27 Apr Ingredient Spotlight: Rose Buds & Petals
Roses have been utilized for thousands of years for both cultural and therapeutic purposes. There are approximately 130 species of roses in the rose family. Although all roses are edible and may be used in tea, certain types are sweeter than others. Rose tea is a fragrant herbal beverage produced from rose flowers’ fragrant petals and buds, and has a pleasantly sweet flavor with a long-lasting aftertaste that entices taste buds for many minutes after each cup. Rose bud & petal tea differs from rose hips tea in that it is produced using fresh blooms, whilst rosehips tea is made with the fruit that grows after the flower petals have fallen.
Throughout history, rose tea has been used for a variety of health and wellness purposes. It’s considered to help with hair health, menstrual cramps, immune system boosts, faster healing, better digestion, detoxification, mood stimulation, and sleep cycle regulation. The high quantities of vitamin C, polyphenols, vitamin A, different minerals, myrcene, quercetin, and other antioxidants in this tea may explain its many advantages.
Hair Benefits from Rose Tea
Rose bud tea can be used both internally and topically to the hair and scalp for a variety of reasons. A moderate astringent, can help to tighten the skin and prevent excessive oil production on the scalp. And, counterintuitively, an oily scalp environment can contribute to dandruff and other hair difficulties produced by an imbalanced scalp. Rose tea also includes vitamins A, B3, C, and E, as well as natural antioxidants and anti-inflammatory properties that can help to alleviate scalp discomfort. Rose tea’s anti-inflammatory properties can help with skin conditions like eczema and scalp psoriasis. Rose tea is a frizz-fighting moisturizer that can hydrate both dry and curly hair. Prevents hair loss by maintaining a healthy scalp environment which is essential for preventing hair loss and growth problems.
Antioxidant-rich Rose Tea
Antioxidants are substances that aid in the fight against free radicals. These are reactive chemicals that harm cells and induce oxidative stress, which has been linked to a variety of illnesses and premature aging.
Polyphenols are the primary antioxidants found in rose tea. Polyphenol-rich diets have been shown to lower the risk of cancer, heart disease, and type 2 diabetes, as well as protect the brain from degenerative illness. Rose tea’s phenol content and antioxidant activity were found to be equivalent to or greater than green tea’s in a study of 12 rose varieties.
Gallic acid is notably abundant in rose tea. This anticancer, antibacterial, anti-inflammatory, and analgesic antioxidant molecule accounts for 10–55 percent of the total phenol content in tea and is known to have anticancer, antimicrobial, anti-inflammatory, and analgesic properties. Anthocyanins, which make up up to 10% of the tea’s total phenol content, are also abundant. These are colorful pigments linked to better urinary tract and eye health, increased cognition, healthy aging, and a reduced risk of some malignancies. Kaempferol and quercetin are two more phenols found in rose tea that contribute to its antioxidant action.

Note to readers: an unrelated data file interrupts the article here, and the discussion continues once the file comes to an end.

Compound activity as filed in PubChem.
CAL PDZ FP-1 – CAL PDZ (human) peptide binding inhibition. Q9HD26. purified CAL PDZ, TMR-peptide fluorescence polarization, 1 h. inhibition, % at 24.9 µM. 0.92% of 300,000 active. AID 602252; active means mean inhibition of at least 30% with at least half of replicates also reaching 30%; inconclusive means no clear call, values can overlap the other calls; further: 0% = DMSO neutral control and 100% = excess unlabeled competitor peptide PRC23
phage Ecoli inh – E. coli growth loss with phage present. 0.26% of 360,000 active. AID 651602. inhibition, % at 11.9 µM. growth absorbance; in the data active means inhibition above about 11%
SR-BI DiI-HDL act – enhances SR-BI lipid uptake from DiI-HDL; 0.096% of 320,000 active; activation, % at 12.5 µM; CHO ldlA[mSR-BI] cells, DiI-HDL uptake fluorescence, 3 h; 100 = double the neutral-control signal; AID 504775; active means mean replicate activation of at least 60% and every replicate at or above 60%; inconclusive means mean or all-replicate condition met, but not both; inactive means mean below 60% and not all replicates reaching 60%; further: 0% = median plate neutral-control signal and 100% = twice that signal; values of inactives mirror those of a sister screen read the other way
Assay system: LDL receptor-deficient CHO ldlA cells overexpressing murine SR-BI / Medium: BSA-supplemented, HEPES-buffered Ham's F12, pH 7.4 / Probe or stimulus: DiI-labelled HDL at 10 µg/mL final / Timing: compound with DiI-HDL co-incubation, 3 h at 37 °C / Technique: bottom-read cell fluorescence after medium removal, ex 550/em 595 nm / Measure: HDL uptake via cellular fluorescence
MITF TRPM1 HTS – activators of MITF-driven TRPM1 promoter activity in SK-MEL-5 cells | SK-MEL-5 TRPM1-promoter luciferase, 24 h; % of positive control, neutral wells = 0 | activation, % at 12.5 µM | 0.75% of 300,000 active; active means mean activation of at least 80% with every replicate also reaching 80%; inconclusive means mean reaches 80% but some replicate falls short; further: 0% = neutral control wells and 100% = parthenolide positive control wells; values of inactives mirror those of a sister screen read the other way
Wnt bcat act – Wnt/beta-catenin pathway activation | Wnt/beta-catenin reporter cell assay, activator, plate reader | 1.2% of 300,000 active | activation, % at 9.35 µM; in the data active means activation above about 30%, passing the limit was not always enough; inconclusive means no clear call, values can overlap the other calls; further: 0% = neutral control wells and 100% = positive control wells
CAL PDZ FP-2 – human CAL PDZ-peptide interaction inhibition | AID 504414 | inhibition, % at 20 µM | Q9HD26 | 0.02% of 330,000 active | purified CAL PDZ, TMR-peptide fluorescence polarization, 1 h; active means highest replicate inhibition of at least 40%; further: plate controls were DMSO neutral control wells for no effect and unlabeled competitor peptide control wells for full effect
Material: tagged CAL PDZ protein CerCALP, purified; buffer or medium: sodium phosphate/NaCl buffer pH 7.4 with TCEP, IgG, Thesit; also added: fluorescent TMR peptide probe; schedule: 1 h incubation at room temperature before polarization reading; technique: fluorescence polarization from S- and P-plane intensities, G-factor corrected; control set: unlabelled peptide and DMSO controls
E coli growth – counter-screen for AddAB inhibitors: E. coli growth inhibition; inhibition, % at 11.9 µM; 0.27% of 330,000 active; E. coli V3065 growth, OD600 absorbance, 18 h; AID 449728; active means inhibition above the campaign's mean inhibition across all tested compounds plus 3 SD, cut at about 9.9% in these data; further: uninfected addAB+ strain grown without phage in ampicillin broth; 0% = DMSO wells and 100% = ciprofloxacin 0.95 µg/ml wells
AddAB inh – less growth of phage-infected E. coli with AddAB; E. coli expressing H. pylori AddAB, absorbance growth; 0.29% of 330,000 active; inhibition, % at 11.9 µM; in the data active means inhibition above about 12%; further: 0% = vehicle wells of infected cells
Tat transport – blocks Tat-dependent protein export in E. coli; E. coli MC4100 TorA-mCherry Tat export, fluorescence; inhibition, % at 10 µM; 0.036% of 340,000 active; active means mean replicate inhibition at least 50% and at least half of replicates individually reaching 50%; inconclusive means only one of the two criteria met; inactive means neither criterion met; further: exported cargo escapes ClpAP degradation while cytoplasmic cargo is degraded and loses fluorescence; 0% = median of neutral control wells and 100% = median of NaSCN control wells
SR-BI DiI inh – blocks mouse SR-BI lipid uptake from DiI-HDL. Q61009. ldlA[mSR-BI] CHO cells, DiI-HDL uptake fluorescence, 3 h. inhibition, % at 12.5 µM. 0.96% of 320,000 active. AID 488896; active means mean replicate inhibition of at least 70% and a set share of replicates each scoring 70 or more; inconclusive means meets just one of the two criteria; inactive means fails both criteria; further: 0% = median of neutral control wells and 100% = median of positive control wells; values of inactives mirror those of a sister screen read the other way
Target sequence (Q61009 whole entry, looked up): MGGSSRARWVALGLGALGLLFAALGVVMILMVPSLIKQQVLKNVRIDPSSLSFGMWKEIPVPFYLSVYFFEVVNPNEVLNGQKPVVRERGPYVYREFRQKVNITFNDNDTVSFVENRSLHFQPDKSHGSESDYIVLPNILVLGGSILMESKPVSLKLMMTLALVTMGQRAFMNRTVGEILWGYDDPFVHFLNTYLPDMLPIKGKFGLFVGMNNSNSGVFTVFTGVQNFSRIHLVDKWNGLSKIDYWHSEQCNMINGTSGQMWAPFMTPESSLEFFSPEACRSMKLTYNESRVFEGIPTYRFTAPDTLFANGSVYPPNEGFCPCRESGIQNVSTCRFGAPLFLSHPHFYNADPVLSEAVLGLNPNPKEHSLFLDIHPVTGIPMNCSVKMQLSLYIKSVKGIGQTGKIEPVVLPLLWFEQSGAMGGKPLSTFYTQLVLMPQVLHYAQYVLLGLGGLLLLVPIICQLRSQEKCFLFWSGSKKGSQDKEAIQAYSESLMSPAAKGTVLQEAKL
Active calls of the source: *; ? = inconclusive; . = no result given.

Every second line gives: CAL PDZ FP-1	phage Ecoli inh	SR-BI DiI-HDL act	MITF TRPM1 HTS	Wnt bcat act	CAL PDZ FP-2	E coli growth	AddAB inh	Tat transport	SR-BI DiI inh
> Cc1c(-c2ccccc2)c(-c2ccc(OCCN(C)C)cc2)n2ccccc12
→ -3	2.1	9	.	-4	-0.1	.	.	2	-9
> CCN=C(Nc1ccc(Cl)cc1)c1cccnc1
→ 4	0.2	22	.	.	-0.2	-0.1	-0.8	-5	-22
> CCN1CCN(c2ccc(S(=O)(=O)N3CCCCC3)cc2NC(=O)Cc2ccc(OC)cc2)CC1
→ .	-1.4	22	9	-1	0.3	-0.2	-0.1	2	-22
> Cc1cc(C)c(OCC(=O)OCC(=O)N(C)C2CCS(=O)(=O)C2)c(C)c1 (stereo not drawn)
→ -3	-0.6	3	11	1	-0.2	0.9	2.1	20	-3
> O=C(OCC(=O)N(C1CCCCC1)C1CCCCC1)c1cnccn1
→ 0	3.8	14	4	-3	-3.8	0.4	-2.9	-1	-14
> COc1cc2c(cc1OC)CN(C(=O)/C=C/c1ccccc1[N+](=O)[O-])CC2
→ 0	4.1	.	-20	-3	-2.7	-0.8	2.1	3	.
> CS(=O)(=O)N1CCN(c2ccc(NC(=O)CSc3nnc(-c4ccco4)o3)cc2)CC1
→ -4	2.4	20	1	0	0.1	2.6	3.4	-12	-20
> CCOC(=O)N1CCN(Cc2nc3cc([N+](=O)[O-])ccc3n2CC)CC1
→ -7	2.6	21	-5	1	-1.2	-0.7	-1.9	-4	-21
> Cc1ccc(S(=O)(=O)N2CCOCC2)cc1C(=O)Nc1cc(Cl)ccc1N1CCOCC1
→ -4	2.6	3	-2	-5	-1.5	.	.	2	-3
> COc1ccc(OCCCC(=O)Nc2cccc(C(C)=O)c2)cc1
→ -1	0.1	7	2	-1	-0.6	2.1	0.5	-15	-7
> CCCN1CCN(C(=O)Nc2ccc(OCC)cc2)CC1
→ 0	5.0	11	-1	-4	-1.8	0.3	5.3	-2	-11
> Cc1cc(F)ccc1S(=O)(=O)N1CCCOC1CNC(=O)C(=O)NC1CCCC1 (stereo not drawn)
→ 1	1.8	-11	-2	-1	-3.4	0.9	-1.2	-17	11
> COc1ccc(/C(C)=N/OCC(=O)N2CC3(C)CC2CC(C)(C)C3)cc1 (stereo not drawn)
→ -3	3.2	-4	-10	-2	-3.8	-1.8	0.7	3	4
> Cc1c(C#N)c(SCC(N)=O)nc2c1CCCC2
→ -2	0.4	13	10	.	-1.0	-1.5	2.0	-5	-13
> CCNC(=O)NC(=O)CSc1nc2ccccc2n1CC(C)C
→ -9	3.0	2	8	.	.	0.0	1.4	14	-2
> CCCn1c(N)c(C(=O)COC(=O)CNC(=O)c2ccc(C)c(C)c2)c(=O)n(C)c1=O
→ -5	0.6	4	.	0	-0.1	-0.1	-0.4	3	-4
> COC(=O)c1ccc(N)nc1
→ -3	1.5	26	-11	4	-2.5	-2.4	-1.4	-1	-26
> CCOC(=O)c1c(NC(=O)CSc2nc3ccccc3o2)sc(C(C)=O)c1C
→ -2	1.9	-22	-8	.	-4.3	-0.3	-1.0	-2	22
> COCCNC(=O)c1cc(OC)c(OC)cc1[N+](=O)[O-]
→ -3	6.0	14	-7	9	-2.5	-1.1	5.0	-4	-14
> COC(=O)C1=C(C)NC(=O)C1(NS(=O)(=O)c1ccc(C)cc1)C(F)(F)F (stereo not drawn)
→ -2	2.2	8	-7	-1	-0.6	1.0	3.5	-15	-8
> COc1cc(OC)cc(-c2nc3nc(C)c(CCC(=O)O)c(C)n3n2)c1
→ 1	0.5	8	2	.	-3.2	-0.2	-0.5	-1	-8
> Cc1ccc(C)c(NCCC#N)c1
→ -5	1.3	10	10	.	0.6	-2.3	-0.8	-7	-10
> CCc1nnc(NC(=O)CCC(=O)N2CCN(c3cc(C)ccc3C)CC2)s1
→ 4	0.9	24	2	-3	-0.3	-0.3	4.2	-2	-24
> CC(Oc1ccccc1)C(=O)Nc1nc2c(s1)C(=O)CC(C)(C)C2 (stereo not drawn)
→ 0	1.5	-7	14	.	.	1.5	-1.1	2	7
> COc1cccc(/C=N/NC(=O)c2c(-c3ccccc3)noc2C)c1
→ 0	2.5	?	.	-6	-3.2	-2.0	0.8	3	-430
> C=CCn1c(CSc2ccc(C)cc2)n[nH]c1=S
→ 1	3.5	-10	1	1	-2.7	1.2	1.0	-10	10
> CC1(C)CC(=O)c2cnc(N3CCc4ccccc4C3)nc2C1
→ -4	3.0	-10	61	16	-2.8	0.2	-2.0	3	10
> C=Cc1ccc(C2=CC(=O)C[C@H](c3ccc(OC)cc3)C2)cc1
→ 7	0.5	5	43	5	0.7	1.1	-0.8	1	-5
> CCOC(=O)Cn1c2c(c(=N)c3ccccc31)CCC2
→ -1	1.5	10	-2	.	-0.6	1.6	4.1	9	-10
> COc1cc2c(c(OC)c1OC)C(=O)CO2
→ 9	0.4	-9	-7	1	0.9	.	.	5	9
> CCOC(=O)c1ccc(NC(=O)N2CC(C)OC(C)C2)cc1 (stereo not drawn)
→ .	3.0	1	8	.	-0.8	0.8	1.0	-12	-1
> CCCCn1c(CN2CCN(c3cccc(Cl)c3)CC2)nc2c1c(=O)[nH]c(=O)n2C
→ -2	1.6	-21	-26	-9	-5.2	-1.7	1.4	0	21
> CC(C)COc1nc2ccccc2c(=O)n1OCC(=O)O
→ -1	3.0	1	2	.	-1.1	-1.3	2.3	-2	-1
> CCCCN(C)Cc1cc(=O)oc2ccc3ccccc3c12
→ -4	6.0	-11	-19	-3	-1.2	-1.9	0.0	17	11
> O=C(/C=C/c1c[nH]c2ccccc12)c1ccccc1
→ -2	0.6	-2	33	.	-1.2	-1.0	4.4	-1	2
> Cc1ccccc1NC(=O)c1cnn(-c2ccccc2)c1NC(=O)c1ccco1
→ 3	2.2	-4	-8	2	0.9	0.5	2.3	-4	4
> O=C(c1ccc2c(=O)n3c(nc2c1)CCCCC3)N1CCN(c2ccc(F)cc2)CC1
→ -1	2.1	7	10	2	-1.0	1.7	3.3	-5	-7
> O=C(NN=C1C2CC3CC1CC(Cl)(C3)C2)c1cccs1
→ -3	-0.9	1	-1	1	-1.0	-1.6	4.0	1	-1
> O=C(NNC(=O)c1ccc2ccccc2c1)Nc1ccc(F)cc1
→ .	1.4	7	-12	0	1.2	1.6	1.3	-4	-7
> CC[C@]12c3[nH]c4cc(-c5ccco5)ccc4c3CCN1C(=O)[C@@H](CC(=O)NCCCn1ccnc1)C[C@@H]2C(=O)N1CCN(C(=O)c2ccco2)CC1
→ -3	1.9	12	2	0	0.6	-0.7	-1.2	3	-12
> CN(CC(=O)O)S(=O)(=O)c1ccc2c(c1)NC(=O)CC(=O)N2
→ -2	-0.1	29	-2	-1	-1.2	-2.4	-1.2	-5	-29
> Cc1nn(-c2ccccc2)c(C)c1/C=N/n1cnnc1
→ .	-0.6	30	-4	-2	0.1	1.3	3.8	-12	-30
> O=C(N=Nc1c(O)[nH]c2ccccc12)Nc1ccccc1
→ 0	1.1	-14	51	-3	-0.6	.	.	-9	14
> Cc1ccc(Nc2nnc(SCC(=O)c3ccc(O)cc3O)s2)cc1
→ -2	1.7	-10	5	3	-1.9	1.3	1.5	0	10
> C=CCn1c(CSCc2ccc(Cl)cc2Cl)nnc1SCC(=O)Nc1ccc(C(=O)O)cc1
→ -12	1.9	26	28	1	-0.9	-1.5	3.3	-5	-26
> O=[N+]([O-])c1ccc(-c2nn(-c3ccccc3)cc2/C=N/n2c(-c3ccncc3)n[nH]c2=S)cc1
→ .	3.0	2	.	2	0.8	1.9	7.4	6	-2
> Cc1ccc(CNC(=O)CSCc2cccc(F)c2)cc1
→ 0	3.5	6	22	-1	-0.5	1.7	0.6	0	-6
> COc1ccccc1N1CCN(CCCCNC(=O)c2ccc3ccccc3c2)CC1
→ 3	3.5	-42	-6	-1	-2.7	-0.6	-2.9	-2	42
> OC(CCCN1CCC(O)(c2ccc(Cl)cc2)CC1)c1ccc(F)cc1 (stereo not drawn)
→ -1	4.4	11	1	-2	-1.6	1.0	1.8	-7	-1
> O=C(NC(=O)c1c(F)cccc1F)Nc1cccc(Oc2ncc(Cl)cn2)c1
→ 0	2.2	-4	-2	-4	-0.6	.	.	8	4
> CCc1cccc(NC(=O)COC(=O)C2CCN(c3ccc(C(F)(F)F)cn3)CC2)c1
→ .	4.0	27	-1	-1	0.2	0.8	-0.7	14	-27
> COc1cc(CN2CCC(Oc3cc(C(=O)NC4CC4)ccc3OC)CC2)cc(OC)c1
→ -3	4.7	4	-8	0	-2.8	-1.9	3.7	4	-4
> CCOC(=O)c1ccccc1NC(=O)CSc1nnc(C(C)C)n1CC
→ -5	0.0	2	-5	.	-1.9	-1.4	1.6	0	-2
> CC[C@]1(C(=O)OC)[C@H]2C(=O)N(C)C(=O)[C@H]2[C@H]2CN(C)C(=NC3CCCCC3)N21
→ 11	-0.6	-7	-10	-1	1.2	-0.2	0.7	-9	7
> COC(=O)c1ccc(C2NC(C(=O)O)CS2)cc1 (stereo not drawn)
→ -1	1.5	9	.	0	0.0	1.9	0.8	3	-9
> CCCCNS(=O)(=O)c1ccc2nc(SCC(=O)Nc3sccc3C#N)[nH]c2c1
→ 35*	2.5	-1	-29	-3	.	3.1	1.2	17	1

Menstruation relief from Rose Tea
Menstrual discomfort affects almost half of all girls and women, with some experiencing nausea, exhaustion, back pain, headaches, dizziness, and diarrhea during their period. Traditional Chinese medicine has utilized rose tea produced from the buds or leaves of Rosa gallica to relieve menstruation discomfort. Research in Taiwan looked at the effects on 130 adolescent pupils.
Participants were told to consume 2 cups every day for 12 days, beginning one week before their period and continuing for six menstrual cycles. Those who drank rose tea reported a substantial reductions in pain, discomfort, anxiety and a better mental state of mind than those who did not. This shows that rose tea might be an effective treatment for menstruation discomfort.
Immune System Strengthening from Rose Tea
Like many other plants and flowers used to produce herbal teas, it may be high in vitamin C, which is one of our body’s most vital vitamins. Vitamin C is an important component of our immune system because it stimulates the generation of white blood cells and acts as an antioxidant, perhaps reducing oxidative stress. It is commonly prescribed or advised for relaxing the respiratory system, lungs, and throat, is a good choice if you have a cold or flu. It may also aid in the removal of mucus and phlegm, which can harbor germs and other diseases.
Digestion benefits from Rose Tea
Rose bud tea’s antibacterial characteristics work fast to treat a variety of ailments, including those of the gastrointestinal tract or gut. It may help to rebalance the microbiota in the intestines and treat digestive problems such constipation, cramps, bloating, and diarrhea. It can also function as a laxative if used in excess of 2 cups per day.
Other alleged advantages
It has been linked to a slew of other health benefits. It is said to have the following advantages:
- Relaxation, stress reduction, and antidepressant effects are only a few of the mental advantages.
- Mental benefits, such as to treat dementia and seizures.
- Reduced severity of allergic reactions.
- Antibacterial properties
- Improved insulin resistance and heart health
- treatment of liver disease
- anti-inflammatory and anti-arthritic properties
- anticancer effects
Rose Tea’s Negative Effects
In moderation, rose tea is healthy to drink but An allergic response is the most usually reported adverse effect. If you’re allergic to roses or have had a bad response to rosehips tea, we recommend to use caution.